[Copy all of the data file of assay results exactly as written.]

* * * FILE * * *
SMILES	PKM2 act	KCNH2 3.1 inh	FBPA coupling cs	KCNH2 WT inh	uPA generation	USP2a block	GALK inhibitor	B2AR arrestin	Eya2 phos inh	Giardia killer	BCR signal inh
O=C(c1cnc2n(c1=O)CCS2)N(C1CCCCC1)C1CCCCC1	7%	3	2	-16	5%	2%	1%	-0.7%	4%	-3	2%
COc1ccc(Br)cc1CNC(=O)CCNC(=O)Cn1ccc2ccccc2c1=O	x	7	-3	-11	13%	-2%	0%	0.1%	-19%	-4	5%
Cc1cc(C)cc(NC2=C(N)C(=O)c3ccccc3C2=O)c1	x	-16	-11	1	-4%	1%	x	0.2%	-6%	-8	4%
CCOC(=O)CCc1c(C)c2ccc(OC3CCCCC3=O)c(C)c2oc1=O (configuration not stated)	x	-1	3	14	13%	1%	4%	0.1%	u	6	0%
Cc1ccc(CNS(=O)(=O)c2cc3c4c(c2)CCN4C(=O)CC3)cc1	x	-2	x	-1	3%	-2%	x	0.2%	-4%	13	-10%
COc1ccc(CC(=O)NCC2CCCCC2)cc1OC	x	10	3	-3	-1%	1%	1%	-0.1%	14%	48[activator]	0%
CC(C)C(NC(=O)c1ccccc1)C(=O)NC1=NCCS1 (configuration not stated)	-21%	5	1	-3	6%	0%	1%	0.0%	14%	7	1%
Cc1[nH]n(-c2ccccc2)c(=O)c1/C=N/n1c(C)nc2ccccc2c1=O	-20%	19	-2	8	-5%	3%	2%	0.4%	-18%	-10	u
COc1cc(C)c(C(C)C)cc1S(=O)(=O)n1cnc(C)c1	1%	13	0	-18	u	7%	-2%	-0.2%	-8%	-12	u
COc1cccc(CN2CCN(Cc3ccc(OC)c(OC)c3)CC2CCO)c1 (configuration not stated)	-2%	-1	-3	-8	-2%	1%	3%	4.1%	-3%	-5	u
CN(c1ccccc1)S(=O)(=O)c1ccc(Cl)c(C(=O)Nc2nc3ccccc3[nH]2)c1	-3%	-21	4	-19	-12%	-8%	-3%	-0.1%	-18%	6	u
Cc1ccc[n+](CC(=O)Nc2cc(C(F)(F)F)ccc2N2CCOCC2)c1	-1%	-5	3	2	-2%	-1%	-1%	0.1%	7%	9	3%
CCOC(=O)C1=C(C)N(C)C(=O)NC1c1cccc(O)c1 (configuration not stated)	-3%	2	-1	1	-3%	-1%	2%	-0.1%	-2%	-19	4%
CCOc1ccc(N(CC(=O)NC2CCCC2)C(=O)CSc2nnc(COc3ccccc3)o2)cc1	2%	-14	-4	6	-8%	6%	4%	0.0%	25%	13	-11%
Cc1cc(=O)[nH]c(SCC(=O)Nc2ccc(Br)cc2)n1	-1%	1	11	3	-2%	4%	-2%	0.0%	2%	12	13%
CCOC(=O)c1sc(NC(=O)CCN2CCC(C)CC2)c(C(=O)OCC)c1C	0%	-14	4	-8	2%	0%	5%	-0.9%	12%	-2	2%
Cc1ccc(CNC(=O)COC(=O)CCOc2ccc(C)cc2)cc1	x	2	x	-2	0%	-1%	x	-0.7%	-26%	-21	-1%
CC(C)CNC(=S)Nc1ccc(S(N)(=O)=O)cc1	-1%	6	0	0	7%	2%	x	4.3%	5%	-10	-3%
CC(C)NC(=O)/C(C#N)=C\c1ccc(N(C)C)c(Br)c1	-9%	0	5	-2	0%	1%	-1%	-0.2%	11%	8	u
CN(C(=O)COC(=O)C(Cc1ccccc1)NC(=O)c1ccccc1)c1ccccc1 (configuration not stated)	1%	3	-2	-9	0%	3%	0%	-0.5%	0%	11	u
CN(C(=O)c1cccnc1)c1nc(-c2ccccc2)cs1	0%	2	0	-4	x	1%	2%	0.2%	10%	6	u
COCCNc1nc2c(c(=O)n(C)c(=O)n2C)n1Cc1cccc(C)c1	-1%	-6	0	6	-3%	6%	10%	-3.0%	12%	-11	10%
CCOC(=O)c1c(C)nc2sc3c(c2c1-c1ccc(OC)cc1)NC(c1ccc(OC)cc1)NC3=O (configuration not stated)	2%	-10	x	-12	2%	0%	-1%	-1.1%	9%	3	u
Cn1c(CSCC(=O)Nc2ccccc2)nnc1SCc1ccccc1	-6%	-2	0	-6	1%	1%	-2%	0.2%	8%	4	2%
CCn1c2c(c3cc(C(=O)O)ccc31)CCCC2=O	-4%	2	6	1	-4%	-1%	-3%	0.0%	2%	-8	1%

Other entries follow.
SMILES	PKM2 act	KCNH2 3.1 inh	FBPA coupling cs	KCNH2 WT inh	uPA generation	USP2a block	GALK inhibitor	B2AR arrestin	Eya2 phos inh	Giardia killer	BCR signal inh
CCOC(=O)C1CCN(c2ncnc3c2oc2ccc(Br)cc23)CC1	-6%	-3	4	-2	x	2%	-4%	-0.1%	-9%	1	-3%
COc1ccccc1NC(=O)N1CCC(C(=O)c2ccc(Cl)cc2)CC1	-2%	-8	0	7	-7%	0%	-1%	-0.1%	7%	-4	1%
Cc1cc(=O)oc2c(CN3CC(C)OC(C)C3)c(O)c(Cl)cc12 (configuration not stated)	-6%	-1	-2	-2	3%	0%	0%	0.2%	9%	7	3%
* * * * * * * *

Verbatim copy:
SMILES	PKM2 act	KCNH2 3.1 inh	FBPA coupling cs	KCNH2 WT inh	uPA generation	USP2a block	GALK inhibitor	B2AR arrestin	Eya2 phos inh	Giardia killer	BCR signal inh
O=C(c1cnc2n(c1=O)CCS2)N(C1CCCCC1)C1CCCCC1	7%	3	2	-16	5%	2%	1%	-0.7%	4%	-3	2%
COc1ccc(Br)cc1CNC(=O)CCNC(=O)Cn1ccc2ccccc2c1=O	x	7	-3	-11	13%	-2%	0%	0.1%	-19%	-4	5%
Cc1cc(C)cc(NC2=C(N)C(=O)c3ccccc3C2=O)c1	x	-16	-11	1	-4%	1%	x	0.2%	-6%	-8	4%
CCOC(=O)CCc1c(C)c2ccc(OC3CCCCC3=O)c(C)c2oc1=O (configuration not stated)	x	-1	3	14	13%	1%	4%	0.1%	u	6	0%
Cc1ccc(CNS(=O)(=O)c2cc3c4c(c2)CCN4C(=O)CC3)cc1	x	-2	x	-1	3%	-2%	x	0.2%	-4%	13	-10%
COc1ccc(CC(=O)NCC2CCCCC2)cc1OC	x	10	3	-3	-1%	1%	1%	-0.1%	14%	48[activator]	0%
CC(C)C(NC(=O)c1ccccc1)C(=O)NC1=NCCS1 (configuration not stated)	-21%	5	1	-3	6%	0%	1%	0.0%	14%	7	1%
Cc1[nH]n(-c2ccccc2)c(=O)c1/C=N/n1c(C)nc2ccccc2c1=O	-20%	19	-2	8	-5%	3%	2%	0.4%	-18%	-10	u
COc1cc(C)c(C(C)C)cc1S(=O)(=O)n1cnc(C)c1	1%	13	0	-18	u	7%	-2%	-0.2%	-8%	-12	u
COc1cccc(CN2CCN(Cc3ccc(OC)c(OC)c3)CC2CCO)c1 (configuration not stated)	-2%	-1	-3	-8	-2%	1%	3%	4.1%	-3%	-5	u
CN(c1ccccc1)S(=O)(=O)c1ccc(Cl)c(C(=O)Nc2nc3ccccc3[nH]2)c1	-3%	-21	4	-19	-12%	-8%	-3%	-0.1%	-18%	6	u
Cc1ccc[n+](CC(=O)Nc2cc(C(F)(F)F)ccc2N2CCOCC2)c1	-1%	-5	3	2	-2%	-1%	-1%	0.1%	7%	9	3%
CCOC(=O)C1=C(C)N(C)C(=O)NC1c1cccc(O)c1 (configuration not stated)	-3%	2	-1	1	-3%	-1%	2%	-0.1%	-2%	-19	4%
CCOc1ccc(N(CC(=O)NC2CCCC2)C(=O)CSc2nnc(COc3ccccc3)o2)cc1	2%	-14	-4	6	-8%	6%	4%	0.0%	25%	13	-11%
Cc1cc(=O)[nH]c(SCC(=O)Nc2ccc(Br)cc2)n1	-1%	1	11	3	-2%	4%	-2%	0.0%	2%	12	13%
CCOC(=O)c1sc(NC(=O)CCN2CCC(C)CC2)c(C(=O)OCC)c1C	0%	-14	4	-8	2%	0%	5%	-0.9%	12%	-2	2%
Cc1ccc(CNC(=O)COC(=O)CCOc2ccc(C)cc2)cc1	x	2	x	-2	0%	-1%	x	-0.7%	-26%	-21	-1%
CC(C)CNC(=S)Nc1ccc(S(N)(=O)=O)cc1	-1%	6	0	0	7%	2%	x	4.3%	5%	-10	-3%
CC(C)NC(=O)/C(C#N)=C\c1ccc(N(C)C)c(Br)c1	-9%	0	5	-2	0%	1%	-1%	-0.2%	11%	8	u
CN(C(=O)COC(=O)C(Cc1ccccc1)NC(=O)c1ccccc1)c1ccccc1 (configuration not stated)	1%	3	-2	-9	0%	3%	0%	-0.5%	0%	11	u
CN(C(=O)c1cccnc1)c1nc(-c2ccccc2)cs1	0%	2	0	-4	x	1%	2%	0.2%	10%	6	u
COCCNc1nc2c(c(=O)n(C)c(=O)n2C)n1Cc1cccc(C)c1	-1%	-6	0	6	-3%	6%	10%	-3.0%	12%	-11	10%
CCOC(=O)c1c(C)nc2sc3c(c2c1-c1ccc(OC)cc1)NC(c1ccc(OC)cc1)NC3=O (configuration not stated)	2%	-10	x	-12	2%	0%	-1%	-1.1%	9%	3	u
Cn1c(CSCC(=O)Nc2ccccc2)nnc1SCc1ccccc1	-6%	-2	0	-6	1%	1%	-2%	0.2%	8%	4	2%
CCn1c2c(c3cc(C(=O)O)ccc31)CCCC2=O	-4%	2	6	1	-4%	-1%	-3%	0.0%	2%	-8	1%

Other entries follow.
SMILES	PKM2 act	KCNH2 3.1 inh	FBPA coupling cs	KCNH2 WT inh	uPA generation	USP2a block	GALK inhibitor	B2AR arrestin	Eya2 phos inh	Giardia killer	BCR signal inh
CCOC(=O)C1CCN(c2ncnc3c2oc2ccc(Br)cc23)CC1	-6%	-3	4	-2	x	2%	-4%	-0.1%	-9%	1	-3%
COc1ccccc1NC(=O)N1CCC(C(=O)c2ccc(Cl)cc2)CC1	-2%	-8	0	7	-7%	0%	-1%	-0.1%	7%	-4	1%
Cc1cc(=O)oc2c(CN3CC(C)OC(C)C3)c(O)c(Cl)cc12 (configuration not stated)	-6%	-1	-2	-2	3%	0%	0%	0.2%	9%	7	3%